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I met someone recently who bragged that she and her husband had saved hundreds of thousands of dollars over the years because they did all the work around their house themselves. That means yardwork, maintenance, the whole nine.
But did they really save money? What if they ran the numbers on that opportunity cost equation and found they actually lost money?
I’m thinking a lot about this right now, because I bought a new house recently, and there’s plenty of maintenance to be done. In fact, right now, there’s a guy out back fixing a busted pipe in my sprinkler system. And I’m feeling a bit guilty: Should I be out there fixing that thing? It doesn’t look that difficult – all it really amounts to is replacing a piece of broken plastic piping.
The case for outsourcing
The case for DIY
If opportunity cost is “the road not traveled,” then the cost of outsourcing is the improvement in my expertise and sense of satisfaction. The cost of DIY, on the other hand is all the time (and maybe money) that I could otherwise spend either making money or relaxing (hey, it’s the weekend).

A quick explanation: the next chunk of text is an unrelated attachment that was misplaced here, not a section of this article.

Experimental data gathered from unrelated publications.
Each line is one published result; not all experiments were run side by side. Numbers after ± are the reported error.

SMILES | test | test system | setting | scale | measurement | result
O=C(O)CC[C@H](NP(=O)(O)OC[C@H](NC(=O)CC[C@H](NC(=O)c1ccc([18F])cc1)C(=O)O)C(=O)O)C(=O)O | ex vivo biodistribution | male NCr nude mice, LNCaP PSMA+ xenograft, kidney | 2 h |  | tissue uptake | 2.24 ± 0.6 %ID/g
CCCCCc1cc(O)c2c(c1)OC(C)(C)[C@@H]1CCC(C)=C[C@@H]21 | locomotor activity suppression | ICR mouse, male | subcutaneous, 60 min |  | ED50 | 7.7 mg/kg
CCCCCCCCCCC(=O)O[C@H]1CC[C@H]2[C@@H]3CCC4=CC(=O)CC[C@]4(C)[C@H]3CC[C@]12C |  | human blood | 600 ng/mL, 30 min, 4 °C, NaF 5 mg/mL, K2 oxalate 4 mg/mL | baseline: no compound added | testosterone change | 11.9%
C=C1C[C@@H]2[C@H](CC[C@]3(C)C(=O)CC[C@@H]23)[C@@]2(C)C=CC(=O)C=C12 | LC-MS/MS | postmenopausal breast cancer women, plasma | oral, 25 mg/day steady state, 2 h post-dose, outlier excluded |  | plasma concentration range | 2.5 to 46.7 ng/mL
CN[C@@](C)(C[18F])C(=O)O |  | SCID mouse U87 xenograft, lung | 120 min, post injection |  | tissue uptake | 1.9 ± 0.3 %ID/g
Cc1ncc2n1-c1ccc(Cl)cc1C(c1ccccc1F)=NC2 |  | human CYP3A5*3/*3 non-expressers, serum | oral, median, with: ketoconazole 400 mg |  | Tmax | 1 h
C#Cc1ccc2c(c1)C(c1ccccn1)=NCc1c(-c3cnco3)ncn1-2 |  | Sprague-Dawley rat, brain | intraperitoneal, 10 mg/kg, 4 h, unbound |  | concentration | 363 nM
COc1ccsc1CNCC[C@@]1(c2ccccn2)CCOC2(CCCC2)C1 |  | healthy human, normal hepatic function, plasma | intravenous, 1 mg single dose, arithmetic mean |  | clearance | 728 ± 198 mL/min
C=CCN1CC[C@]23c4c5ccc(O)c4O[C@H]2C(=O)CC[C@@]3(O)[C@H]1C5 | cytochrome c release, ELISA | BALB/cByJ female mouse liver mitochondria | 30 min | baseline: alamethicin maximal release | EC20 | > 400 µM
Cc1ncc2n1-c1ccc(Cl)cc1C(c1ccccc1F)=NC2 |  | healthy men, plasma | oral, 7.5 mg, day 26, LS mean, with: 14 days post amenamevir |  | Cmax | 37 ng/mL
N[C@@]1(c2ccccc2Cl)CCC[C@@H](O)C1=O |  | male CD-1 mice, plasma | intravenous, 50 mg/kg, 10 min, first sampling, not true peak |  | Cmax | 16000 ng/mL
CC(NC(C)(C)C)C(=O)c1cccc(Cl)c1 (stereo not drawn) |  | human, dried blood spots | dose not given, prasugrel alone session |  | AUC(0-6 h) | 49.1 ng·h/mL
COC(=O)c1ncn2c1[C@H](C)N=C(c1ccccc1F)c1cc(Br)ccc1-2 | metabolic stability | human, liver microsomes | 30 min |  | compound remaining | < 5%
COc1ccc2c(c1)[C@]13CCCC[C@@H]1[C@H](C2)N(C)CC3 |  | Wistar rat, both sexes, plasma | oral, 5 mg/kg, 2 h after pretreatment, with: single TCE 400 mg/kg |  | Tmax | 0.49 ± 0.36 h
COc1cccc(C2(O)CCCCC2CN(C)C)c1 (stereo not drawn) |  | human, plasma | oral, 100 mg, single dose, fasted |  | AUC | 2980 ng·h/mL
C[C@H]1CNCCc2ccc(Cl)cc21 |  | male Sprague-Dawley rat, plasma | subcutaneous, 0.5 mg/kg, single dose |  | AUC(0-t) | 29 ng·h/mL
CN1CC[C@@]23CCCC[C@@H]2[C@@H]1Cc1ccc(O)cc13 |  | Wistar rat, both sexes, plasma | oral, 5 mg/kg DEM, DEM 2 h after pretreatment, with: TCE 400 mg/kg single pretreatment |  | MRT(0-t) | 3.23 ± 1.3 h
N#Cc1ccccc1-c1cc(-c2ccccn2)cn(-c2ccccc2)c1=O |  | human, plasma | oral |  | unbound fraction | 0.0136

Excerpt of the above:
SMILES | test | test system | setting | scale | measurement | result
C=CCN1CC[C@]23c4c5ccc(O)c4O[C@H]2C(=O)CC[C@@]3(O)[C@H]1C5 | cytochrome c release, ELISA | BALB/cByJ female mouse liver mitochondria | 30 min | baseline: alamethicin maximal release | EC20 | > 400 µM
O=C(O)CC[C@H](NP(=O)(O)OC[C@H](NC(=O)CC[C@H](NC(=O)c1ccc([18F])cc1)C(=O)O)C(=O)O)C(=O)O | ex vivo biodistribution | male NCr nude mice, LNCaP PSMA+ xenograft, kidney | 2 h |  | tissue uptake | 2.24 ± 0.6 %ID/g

Which means that the opportunity cost calculation of whether or not to outsource household chores becomes a very personal one. People calculate it when they decide whether or not to get groceries delivered, to have a gardener come to work on their yard, or to have their house cleaned by someone else. And a big factor in the decision is how much you enjoy doing those chores yourself. If you really, really hate it, and it takes forever, and you’d enjoy that time so much more doing something else productive or fulfilling or rewarding, then go ahead and outsource.
For a lot of people, of course, there is no question of doing an opportunity cost calculation: they simply don’t make enough money to even consider paying someone else to do something for them, so they have to do it themselves. Which means that if you’re in a position where you find yourself wondering about opportunity cost, it means you’re lucky. Even if it does mean doing some math.
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